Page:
Version Reviewed: 1.1.1
Device Reviewed On: iPhone 5
Graphics / Sound Rating:
Replay Value Rating:
Are you having trouble getting your base in order? Check out our Call of Duty: Heroes beginner's guide!
Do you like Clash of Clans? Are you nuts about Call of Duty? Answer yes to both of those questions and you don’t need to read the rest of this review - Call of Duty: Heroes is for you! In a hardly surprising move, Activision has combined the two and brought us yet another Clash of Clans style base building game. It’s a reasonable one, but just how many of these do we need?
As before, you build up a base - sucking up resources around you, waiting for things to upgrade slowly - while also taking out enemies at regular points. There’s a choice of PvP battles or a single-player campaign here, with a mixture of both being most effective when it comes to leveling-up. Call of Duty: Heroes eases you in gently, with a protective shield keeping you away from PvP early on if you so choose to keep it active.
You spend much of your time training troops before unleashing them on your enemy, watching them all be used up, before repeating the process. Fortunately, Call of Duty: Heroes does have a couple of tricks up its sleeve. Namely, as the name hints at, you can use heroes from the Call of Duty games, such as Price and Soap. You can control them individually, plus they can level-up and gain their own Killstreaks. It’s a decent step in helping Call of Duty: Heroes stand out at least a little.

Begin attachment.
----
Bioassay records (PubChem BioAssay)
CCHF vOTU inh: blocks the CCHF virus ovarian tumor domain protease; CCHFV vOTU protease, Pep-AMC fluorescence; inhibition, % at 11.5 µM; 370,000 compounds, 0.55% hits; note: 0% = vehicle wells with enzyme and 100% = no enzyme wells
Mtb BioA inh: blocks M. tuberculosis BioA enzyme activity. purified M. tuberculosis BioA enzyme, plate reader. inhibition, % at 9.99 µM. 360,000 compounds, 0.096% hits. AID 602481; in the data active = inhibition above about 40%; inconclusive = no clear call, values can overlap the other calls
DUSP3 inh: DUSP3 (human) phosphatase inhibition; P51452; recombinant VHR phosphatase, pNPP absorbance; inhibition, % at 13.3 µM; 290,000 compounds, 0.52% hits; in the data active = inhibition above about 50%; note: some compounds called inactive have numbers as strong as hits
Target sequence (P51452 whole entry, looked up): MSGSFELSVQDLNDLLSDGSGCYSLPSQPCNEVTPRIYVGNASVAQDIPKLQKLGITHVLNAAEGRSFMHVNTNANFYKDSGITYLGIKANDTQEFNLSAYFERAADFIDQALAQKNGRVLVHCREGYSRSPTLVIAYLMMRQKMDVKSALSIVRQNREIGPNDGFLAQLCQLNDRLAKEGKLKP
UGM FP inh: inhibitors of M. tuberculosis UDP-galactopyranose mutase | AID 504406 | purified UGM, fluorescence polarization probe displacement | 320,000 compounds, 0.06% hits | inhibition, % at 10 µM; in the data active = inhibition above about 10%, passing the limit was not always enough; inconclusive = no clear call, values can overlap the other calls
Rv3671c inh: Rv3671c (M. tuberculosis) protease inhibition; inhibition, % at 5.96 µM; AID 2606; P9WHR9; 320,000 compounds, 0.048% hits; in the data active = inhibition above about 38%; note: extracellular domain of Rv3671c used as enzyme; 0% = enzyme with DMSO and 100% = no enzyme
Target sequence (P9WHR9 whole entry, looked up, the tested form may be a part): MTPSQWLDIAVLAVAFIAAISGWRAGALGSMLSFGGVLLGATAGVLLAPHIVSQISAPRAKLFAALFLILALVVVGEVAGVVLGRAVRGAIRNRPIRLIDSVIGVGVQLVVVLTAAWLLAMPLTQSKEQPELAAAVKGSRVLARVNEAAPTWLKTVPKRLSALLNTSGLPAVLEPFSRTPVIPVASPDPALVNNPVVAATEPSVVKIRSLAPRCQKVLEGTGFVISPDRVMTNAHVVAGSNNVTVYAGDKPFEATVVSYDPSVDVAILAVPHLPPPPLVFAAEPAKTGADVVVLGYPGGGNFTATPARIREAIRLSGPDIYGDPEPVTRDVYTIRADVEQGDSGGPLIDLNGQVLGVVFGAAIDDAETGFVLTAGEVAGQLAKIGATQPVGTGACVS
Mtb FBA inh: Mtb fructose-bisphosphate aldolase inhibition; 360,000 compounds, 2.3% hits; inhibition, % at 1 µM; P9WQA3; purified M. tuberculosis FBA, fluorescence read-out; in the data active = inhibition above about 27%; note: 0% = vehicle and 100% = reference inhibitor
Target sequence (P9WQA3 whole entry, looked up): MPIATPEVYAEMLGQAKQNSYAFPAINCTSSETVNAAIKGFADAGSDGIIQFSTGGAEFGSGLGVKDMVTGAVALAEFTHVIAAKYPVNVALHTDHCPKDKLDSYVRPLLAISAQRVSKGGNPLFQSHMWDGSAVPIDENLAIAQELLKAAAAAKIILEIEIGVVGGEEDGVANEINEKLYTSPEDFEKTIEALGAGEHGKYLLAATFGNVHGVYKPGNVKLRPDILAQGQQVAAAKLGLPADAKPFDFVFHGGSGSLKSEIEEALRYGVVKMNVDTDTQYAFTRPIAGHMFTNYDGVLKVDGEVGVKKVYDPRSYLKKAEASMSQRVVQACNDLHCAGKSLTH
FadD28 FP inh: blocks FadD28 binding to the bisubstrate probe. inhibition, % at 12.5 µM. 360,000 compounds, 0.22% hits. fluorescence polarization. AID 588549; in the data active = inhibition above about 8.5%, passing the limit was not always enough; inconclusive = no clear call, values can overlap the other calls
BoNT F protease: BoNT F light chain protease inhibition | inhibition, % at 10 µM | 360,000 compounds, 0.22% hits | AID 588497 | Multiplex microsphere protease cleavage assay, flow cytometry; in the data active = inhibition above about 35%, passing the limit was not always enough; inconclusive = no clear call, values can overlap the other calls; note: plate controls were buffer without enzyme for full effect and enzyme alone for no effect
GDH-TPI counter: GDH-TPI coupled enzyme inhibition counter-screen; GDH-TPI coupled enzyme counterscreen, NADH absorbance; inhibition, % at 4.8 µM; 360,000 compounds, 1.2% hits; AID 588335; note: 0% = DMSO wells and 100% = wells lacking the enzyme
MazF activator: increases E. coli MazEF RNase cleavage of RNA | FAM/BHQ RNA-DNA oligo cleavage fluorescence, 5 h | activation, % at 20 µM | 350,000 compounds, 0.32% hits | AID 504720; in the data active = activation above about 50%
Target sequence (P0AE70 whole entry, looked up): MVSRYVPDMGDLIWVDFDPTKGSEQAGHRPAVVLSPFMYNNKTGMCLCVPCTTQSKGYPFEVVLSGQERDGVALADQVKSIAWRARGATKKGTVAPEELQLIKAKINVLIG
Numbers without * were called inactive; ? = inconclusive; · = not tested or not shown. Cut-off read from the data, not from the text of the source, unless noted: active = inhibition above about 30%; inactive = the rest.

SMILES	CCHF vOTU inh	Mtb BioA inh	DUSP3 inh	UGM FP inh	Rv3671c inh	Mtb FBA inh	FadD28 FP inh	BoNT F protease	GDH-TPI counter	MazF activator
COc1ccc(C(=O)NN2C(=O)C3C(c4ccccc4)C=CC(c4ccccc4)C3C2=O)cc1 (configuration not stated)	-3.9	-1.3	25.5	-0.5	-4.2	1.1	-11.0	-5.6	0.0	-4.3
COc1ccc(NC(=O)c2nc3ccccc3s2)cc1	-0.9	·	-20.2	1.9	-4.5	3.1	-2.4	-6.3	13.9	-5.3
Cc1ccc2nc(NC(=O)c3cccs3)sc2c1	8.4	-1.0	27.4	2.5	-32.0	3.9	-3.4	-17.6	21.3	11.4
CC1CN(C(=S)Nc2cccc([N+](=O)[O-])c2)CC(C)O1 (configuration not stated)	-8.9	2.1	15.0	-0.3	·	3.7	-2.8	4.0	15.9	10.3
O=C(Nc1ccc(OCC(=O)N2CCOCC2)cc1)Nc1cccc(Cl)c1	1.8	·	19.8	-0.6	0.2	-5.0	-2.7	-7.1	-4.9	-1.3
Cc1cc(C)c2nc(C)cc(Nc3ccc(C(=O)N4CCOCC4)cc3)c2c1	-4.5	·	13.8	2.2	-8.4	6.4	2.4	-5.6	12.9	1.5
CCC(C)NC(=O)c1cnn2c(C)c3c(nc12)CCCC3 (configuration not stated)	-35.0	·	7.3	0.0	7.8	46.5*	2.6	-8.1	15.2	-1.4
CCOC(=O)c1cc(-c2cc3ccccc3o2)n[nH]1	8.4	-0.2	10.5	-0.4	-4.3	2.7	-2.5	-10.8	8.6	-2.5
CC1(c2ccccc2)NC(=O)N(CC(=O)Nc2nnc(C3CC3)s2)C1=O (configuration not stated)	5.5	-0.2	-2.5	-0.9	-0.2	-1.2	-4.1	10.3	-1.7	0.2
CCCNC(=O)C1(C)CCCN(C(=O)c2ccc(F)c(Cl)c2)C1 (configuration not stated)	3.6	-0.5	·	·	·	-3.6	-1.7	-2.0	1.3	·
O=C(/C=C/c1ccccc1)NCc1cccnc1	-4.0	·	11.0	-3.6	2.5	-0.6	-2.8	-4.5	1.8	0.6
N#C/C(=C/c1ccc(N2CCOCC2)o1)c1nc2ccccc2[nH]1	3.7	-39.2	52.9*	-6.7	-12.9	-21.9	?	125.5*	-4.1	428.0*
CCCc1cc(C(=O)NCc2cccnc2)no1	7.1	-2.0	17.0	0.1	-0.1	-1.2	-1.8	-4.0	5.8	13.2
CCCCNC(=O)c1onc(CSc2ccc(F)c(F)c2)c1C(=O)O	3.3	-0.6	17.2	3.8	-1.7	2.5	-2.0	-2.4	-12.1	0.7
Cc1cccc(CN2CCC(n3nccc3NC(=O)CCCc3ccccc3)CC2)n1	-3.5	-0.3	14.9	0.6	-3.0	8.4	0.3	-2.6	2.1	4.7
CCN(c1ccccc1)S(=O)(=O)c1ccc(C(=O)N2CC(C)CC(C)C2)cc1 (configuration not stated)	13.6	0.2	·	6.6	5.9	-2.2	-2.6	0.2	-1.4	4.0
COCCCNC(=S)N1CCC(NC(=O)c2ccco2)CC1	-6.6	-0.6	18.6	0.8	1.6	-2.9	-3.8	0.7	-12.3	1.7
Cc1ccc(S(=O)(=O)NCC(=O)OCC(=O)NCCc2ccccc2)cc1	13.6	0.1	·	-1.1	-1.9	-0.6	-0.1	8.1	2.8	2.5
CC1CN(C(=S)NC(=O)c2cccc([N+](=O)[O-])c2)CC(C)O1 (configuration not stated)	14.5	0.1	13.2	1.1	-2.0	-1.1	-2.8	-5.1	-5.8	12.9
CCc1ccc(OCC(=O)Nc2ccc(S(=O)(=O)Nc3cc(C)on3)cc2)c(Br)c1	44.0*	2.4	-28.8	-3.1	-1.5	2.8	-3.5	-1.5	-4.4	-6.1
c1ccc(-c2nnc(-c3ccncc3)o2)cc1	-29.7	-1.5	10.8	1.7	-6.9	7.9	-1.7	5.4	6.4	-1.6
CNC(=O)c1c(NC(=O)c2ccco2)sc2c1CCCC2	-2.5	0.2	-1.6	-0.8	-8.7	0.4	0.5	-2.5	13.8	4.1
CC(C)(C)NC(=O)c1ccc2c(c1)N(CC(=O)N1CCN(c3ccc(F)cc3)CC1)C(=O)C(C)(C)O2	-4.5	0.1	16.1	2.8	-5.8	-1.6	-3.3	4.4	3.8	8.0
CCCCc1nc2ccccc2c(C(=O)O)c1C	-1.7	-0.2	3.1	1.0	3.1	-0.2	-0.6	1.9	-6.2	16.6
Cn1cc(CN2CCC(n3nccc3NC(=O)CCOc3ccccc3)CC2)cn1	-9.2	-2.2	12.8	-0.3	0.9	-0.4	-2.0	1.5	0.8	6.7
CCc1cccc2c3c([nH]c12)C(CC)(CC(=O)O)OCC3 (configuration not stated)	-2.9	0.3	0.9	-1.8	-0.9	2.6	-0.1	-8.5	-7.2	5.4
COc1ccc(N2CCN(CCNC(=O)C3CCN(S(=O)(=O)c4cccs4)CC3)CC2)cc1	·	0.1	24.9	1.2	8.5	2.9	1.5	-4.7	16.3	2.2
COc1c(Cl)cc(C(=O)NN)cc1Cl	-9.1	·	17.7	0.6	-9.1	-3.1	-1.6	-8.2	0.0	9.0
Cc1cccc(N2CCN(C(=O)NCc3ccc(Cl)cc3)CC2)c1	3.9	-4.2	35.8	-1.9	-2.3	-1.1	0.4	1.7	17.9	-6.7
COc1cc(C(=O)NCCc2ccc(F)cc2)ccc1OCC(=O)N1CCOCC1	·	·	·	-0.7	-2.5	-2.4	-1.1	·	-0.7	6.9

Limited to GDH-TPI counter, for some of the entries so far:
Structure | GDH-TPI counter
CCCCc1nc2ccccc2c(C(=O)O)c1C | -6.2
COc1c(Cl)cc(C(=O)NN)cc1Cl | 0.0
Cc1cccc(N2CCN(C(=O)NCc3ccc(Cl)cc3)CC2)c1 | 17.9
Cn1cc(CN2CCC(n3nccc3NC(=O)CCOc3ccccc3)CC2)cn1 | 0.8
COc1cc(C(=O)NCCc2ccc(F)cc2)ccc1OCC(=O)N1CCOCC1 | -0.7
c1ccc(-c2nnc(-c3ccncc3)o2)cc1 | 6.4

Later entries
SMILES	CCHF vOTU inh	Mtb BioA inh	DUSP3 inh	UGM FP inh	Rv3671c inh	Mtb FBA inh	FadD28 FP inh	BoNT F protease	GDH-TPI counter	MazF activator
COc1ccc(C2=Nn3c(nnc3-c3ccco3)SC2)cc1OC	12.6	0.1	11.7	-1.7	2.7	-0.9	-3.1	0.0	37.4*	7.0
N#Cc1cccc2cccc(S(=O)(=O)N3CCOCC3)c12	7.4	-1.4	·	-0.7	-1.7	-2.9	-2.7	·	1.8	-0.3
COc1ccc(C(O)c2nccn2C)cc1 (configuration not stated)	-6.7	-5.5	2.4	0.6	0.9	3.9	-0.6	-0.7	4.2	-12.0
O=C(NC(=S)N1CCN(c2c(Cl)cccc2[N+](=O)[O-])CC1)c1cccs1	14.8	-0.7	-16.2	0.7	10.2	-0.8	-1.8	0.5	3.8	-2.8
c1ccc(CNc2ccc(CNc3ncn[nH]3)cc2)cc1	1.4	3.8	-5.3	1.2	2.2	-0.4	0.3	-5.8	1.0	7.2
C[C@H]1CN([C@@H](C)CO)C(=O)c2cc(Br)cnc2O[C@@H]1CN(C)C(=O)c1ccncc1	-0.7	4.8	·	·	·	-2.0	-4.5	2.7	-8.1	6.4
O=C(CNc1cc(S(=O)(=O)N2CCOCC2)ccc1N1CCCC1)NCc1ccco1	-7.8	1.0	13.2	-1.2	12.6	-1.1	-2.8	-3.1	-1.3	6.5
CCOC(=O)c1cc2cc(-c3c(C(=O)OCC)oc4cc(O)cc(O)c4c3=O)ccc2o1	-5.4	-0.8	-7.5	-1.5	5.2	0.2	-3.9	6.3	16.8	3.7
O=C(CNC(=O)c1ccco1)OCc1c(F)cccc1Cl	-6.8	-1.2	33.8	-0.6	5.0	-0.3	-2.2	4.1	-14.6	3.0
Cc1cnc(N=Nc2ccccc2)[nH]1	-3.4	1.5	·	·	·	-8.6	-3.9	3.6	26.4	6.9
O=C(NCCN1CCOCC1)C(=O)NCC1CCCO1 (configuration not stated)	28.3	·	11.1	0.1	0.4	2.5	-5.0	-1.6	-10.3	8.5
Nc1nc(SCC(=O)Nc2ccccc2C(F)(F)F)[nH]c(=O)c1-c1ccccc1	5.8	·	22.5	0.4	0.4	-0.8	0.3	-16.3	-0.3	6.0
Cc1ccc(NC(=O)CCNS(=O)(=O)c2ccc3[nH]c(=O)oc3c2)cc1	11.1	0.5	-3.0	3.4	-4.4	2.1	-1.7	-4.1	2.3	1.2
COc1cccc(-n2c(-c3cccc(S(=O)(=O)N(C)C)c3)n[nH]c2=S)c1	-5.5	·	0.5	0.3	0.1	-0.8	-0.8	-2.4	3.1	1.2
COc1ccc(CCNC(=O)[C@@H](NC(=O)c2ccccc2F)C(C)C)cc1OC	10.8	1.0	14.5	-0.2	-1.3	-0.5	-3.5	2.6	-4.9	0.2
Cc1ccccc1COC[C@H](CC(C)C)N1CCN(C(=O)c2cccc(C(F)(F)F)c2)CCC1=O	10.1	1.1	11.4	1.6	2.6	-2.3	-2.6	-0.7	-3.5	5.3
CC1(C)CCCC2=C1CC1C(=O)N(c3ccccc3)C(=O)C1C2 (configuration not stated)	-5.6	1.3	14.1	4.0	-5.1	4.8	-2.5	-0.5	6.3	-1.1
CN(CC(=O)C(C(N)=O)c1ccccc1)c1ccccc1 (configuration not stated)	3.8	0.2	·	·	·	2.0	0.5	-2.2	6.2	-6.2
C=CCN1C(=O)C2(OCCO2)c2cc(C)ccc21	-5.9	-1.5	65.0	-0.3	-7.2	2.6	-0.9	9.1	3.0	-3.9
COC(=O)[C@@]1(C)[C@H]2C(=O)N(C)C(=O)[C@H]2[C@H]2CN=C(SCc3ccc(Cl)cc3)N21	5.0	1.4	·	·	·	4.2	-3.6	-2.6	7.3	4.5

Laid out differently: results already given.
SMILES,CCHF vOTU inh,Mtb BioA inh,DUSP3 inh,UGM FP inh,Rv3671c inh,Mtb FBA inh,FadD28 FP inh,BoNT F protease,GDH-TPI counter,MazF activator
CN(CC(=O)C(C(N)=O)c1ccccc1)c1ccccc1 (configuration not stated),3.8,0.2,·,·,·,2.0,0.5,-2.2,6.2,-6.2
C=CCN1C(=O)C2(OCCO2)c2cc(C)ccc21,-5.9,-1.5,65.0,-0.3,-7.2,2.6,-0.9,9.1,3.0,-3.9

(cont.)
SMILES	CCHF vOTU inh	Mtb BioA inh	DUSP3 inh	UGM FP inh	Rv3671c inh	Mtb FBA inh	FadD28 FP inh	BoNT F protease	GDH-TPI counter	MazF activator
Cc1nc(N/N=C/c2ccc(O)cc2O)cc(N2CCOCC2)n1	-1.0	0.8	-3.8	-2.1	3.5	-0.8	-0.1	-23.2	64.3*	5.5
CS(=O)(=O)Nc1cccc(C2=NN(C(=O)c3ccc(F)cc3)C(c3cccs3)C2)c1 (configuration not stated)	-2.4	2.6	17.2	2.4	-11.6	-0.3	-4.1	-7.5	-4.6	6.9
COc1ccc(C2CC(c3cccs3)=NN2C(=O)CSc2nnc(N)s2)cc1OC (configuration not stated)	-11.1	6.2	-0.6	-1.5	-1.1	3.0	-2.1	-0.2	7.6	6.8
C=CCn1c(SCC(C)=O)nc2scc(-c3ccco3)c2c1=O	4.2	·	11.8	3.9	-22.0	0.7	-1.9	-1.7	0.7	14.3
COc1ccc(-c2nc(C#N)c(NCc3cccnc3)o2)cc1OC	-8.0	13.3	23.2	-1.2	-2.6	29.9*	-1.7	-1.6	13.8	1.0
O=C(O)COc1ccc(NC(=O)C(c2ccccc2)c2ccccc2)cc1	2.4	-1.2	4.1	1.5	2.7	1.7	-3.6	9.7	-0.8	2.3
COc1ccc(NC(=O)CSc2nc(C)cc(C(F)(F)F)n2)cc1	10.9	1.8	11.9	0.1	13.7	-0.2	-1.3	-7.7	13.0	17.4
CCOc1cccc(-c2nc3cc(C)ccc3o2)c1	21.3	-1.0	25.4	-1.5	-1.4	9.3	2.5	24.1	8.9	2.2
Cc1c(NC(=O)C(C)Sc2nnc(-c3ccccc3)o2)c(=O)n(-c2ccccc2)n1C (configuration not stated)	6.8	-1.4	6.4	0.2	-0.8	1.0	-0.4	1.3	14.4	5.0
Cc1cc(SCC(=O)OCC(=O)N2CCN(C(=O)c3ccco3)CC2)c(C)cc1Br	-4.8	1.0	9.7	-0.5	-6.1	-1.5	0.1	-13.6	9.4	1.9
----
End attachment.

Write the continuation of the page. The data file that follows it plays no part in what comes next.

One such Killstreak is the ability to hop in a helicopter for a few seconds, man a turret, and shoot everything up. Something that you don’t generally get to do in other base building games. It also highlights that the visuals of Call of Duty: Heroes are a touch better than most, although characters can be a little small on the iPhone 5.
So, it’s mostly more of the same, only with a Call of Duty flair to it and a few other additions. If you’ve got the patience to wait it out and build up your base it can be quite satisfying, but who knows how much time is left for this increasingly overfamiliar genre.